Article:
Thailand to check monks' bad habits with 'smart ID cards'

July 14, 2017

Thailand's Buddhist monks could soon be issued "smart ID cards" flagging any drug or criminal records, in the latest move by the junta to restore the tarnished image of the men in orange robes.

The kingdom has around 300,000 monks, who are held in high regard as keepers of the national religion.

But in recent months the clergy has been plagued by a series of high-profile scandals ranging from sex and drugs to murders taking place at temples.

The junta, which took power in 2014, wants to reorganise Thai Buddhism with misbehaving monks first in their crosshairs.

"Monks across the country already hold the paper-based cards but the information is out-of-date, which makes it hard to verify their background," Ormsin Chivapruck, an official at the Office of the Prime Minister, told reporters on Thursday.

Digitalised smart cards would enable up-to-date tracking with the monk's monastic history recorded alongside any or report of drug use, he added.

The move is "to prevent fake monks using religion, or suspected wrong-doers from hiding their illegal acts behind orange robes," he added.

Details will be discussed next week at a meeting of the Supreme Sangha Council, the body governing the national faith.

But rollout of may be complicated as all Thai men are expected by social convention to ordain for at least a few weeks.

Critics say the rigid hierarchy of the Supreme Sangha Council makes it unable to counter corruption or embrace change.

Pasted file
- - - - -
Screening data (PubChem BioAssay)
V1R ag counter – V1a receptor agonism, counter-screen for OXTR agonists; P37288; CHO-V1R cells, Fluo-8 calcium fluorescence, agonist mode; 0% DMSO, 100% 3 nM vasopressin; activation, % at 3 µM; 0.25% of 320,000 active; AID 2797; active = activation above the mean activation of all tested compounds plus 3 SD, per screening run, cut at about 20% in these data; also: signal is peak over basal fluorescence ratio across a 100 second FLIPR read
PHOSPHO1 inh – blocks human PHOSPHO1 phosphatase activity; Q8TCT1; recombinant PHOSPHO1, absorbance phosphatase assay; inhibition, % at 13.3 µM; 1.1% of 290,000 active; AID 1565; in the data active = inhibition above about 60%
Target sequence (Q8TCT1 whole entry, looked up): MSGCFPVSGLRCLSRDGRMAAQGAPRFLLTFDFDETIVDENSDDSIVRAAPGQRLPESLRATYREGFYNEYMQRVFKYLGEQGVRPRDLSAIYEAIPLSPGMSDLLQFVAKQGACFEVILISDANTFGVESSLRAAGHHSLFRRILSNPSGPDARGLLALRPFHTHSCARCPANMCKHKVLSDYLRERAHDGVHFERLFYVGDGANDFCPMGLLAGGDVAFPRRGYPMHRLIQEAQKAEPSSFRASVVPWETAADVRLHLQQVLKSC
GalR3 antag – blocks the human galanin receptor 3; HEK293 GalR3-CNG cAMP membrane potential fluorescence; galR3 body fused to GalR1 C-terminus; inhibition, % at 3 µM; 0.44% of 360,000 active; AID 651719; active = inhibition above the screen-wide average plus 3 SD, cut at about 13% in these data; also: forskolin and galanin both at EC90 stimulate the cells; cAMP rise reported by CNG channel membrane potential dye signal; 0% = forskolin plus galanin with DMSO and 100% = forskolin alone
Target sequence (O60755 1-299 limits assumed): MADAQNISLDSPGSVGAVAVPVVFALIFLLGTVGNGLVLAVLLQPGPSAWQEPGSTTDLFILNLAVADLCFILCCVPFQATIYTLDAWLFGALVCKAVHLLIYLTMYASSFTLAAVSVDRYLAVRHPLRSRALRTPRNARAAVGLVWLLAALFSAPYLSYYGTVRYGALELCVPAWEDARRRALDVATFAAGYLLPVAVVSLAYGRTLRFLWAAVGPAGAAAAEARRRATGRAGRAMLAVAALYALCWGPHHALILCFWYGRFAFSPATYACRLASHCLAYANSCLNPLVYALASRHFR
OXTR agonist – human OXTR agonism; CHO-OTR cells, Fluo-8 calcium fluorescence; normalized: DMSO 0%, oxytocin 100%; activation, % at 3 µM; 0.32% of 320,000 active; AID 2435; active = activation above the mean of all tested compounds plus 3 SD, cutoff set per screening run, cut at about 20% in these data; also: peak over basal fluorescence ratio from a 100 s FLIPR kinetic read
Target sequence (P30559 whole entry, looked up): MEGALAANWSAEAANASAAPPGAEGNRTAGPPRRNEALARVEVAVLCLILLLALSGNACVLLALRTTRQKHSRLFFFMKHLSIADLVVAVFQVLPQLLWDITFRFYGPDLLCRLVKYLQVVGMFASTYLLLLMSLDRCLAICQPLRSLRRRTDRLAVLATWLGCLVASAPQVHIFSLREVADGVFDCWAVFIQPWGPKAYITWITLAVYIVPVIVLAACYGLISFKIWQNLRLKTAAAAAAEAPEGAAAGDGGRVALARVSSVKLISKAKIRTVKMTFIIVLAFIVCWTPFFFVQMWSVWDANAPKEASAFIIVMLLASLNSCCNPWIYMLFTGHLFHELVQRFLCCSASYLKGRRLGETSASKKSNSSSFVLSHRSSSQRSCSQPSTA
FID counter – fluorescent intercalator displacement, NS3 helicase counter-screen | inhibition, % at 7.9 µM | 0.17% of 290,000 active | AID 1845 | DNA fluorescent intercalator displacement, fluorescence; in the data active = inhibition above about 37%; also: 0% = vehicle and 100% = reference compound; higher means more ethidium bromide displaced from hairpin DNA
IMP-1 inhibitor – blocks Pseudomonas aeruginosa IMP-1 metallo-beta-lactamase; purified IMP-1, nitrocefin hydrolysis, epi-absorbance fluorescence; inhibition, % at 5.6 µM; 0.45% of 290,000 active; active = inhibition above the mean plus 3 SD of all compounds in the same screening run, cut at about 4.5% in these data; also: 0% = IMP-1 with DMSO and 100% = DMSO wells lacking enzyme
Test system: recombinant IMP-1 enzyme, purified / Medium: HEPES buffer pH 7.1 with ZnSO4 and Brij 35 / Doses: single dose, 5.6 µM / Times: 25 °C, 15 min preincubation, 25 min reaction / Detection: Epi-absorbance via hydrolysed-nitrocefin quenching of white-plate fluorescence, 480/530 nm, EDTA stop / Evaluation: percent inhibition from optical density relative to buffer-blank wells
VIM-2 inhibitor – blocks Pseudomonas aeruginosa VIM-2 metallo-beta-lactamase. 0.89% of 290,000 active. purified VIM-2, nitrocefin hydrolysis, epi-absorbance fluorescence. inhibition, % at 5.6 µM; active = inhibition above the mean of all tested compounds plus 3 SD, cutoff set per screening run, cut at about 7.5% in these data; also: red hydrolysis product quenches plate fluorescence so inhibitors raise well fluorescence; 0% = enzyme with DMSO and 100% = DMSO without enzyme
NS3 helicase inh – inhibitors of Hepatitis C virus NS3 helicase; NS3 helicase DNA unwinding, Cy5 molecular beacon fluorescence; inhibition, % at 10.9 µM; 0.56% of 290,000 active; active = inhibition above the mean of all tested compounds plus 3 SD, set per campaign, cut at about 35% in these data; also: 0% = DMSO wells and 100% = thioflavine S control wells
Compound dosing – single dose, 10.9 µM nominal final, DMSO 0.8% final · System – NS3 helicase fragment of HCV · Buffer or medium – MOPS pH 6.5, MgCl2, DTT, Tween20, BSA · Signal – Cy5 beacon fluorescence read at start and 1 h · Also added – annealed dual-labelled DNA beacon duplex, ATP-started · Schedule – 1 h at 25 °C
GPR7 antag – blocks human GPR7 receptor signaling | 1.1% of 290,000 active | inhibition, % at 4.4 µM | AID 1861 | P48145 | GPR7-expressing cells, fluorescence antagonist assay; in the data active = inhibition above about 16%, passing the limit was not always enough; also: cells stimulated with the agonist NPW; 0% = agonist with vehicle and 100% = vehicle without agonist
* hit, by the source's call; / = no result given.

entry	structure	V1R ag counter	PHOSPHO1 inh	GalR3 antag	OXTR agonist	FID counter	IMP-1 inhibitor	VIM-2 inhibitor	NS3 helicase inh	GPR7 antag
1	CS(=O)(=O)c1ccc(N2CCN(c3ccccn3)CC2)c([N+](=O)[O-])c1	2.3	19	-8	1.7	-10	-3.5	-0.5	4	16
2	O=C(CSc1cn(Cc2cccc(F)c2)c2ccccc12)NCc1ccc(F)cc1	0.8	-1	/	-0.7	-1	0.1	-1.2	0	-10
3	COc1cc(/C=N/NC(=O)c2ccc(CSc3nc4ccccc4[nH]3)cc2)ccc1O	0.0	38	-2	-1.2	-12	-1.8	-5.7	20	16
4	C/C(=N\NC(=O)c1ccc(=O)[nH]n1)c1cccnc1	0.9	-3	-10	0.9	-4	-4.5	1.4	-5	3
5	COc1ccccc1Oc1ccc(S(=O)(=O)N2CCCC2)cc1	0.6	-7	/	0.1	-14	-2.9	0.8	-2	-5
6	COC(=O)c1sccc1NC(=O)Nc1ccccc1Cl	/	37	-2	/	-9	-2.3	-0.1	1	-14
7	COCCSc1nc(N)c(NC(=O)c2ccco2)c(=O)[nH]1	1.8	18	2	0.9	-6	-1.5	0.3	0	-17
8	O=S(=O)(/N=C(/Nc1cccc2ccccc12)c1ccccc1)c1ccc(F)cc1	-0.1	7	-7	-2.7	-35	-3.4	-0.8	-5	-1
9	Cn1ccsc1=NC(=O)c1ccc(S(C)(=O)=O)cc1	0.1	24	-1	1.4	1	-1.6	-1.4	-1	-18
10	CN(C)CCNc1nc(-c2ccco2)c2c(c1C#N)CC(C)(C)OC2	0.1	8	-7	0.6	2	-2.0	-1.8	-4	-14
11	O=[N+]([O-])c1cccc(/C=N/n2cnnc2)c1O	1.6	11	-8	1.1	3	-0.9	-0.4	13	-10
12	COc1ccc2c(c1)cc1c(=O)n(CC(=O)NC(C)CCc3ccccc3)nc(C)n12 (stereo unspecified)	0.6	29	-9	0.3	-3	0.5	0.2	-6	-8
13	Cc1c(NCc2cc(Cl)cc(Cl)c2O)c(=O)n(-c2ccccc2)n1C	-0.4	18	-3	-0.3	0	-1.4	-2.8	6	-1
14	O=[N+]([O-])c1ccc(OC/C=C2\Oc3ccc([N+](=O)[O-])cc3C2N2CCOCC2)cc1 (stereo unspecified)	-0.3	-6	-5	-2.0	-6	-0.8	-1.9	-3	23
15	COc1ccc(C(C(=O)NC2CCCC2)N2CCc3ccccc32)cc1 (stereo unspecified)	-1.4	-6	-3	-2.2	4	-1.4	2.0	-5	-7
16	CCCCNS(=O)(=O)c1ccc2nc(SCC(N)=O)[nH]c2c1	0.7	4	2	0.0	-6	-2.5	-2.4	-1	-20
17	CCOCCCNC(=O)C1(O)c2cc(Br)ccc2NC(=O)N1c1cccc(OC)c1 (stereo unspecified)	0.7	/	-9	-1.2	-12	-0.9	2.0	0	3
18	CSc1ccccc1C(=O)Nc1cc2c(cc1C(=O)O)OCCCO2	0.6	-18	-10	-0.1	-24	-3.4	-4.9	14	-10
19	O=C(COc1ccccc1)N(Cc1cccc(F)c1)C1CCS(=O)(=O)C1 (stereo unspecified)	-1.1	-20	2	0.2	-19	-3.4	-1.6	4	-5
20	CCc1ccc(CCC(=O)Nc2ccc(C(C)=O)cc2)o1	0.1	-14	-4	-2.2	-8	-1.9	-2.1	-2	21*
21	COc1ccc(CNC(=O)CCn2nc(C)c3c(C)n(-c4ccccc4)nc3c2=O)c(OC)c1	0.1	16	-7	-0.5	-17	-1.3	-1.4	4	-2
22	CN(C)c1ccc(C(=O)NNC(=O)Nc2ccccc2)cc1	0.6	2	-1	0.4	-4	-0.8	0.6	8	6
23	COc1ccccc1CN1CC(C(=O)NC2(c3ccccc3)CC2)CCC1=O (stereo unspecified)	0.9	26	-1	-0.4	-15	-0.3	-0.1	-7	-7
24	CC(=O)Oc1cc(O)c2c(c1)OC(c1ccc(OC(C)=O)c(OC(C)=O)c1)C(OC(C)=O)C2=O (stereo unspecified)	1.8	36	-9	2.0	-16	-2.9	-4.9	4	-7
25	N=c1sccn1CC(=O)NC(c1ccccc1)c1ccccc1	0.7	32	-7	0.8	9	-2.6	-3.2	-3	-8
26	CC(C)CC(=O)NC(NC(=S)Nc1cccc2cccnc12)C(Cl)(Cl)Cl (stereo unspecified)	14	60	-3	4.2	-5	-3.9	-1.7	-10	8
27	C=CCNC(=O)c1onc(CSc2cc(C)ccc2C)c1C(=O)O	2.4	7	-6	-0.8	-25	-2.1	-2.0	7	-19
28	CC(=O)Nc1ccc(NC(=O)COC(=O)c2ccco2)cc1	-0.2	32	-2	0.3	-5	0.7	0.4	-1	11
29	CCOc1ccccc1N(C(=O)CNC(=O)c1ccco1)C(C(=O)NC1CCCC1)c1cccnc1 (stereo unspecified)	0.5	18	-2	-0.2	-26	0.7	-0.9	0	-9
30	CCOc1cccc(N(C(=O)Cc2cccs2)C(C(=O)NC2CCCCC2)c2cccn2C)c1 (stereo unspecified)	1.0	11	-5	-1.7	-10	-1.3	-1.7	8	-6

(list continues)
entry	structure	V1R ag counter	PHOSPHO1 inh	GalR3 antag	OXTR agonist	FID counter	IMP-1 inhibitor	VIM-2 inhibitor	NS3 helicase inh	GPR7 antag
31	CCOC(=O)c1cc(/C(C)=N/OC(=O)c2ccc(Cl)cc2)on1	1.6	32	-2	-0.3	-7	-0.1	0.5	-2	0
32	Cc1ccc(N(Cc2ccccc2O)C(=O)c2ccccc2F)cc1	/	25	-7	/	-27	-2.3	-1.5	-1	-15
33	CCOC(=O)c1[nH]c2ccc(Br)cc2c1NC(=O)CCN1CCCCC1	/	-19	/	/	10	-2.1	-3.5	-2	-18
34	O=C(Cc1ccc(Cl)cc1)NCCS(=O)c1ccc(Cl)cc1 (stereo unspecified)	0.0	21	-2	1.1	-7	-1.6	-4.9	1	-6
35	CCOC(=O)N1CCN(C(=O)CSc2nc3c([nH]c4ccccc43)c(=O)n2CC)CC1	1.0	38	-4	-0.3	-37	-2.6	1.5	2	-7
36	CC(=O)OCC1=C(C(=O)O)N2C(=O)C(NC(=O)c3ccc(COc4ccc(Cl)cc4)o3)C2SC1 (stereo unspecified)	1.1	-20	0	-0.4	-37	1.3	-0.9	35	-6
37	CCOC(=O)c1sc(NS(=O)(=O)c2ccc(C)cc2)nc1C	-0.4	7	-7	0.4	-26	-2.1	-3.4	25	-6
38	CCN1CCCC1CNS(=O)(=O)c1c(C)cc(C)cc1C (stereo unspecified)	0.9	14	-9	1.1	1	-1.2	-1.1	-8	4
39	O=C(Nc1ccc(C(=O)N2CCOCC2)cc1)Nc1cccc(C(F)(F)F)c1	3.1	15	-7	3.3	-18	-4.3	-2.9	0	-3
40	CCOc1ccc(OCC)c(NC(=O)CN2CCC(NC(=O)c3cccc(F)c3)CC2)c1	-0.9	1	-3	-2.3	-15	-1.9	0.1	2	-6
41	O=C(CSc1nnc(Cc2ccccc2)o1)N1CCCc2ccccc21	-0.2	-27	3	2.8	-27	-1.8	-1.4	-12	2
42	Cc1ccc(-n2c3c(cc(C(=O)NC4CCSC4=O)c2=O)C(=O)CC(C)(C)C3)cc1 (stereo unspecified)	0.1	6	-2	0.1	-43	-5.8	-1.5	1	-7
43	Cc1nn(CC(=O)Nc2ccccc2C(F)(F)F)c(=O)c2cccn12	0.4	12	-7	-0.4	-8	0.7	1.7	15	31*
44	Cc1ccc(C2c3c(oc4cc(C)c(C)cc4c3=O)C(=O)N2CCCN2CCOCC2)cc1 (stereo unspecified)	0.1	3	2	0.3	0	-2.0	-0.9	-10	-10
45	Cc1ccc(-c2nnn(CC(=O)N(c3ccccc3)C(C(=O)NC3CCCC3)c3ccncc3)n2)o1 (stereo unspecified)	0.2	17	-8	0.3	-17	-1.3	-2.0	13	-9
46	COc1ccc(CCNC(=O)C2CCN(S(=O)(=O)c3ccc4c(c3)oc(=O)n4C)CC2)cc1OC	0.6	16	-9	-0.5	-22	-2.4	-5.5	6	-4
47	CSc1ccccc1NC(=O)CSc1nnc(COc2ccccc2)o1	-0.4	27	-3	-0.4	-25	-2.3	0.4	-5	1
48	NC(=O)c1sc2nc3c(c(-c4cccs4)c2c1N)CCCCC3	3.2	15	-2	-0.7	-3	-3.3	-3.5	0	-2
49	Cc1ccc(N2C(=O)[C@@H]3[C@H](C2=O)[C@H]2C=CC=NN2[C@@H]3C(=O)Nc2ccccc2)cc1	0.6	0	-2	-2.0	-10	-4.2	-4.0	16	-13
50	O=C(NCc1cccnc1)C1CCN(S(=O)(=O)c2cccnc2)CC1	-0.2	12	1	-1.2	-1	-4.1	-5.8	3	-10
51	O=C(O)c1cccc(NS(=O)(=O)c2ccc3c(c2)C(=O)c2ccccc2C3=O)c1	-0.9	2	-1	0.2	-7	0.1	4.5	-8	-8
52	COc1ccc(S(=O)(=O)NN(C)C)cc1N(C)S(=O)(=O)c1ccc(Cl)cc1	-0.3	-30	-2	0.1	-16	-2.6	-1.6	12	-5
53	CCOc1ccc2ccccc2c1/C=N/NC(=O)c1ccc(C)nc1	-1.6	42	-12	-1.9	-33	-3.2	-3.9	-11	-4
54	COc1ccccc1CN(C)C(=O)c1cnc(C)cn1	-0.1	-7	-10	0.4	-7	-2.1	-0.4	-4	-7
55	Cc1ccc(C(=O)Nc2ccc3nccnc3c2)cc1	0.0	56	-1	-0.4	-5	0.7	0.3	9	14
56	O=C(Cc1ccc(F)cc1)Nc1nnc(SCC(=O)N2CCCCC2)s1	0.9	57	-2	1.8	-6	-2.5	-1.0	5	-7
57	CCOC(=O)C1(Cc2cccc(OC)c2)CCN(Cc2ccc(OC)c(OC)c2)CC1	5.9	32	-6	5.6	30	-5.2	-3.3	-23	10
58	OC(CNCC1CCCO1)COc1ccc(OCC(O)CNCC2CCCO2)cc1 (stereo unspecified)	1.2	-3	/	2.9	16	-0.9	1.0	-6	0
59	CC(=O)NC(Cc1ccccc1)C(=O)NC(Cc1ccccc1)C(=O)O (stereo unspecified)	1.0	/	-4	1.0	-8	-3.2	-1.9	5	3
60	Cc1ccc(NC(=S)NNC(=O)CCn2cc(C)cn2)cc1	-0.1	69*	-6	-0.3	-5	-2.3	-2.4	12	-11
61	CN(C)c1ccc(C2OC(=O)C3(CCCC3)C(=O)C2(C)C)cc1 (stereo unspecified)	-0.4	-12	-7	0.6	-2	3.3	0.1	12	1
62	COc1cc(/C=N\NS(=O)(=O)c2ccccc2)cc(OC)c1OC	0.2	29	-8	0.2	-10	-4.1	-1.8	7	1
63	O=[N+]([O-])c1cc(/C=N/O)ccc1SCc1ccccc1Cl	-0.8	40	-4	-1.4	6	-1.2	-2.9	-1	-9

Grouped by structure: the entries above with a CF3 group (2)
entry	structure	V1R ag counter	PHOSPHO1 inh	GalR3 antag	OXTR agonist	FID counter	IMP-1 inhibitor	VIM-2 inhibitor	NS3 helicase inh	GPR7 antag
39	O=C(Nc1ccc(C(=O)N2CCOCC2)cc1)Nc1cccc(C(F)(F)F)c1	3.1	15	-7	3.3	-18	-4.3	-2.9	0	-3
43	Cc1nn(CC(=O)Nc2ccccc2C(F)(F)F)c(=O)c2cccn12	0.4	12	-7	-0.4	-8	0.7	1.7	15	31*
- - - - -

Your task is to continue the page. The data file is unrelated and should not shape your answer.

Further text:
The government has already forced more than 46,000 temples to submit their financial accounts, amid claims of widespread irregularities.

The most famous monk scandal played out earlier this year as troops searched the temple of the mega-rich Dhammakaya sect on the outskirts of Bangkok, to arrest the controversial former abbot who is accused of money-laundering.

The abbot remains at large.

Explore further: Dispute flares over controversial Thai temple tigers

Related Stories

Literary sleuths find genuine author

March 29, 2013

A little-known Thai woman is the real author of an important Buddhist treatise – not the high-profile monk previously credited, according to new findings.

Digital library of ancient Thai manuscripts

April 5, 2016

The University of Pennsylvania and the National Library of Laos have launched the Digital Library of Northern Thai Manuscripts bringing thousands of ancient manuscripts out of monastic temples and making them available as ...

Recommended for you

Earwigs and the art of origami

March 22, 2018

ETH Zurich researchers have developed multifunctional origami structures, which they then fabricated into 4-D printed objects. The design principle mimics the structure of an earwig's wing.


Please sign in to add a comment. Registration is free, and takes less than a minute. Read more

Click here to reset your password.
Sign in to get notified via email when new comments are made.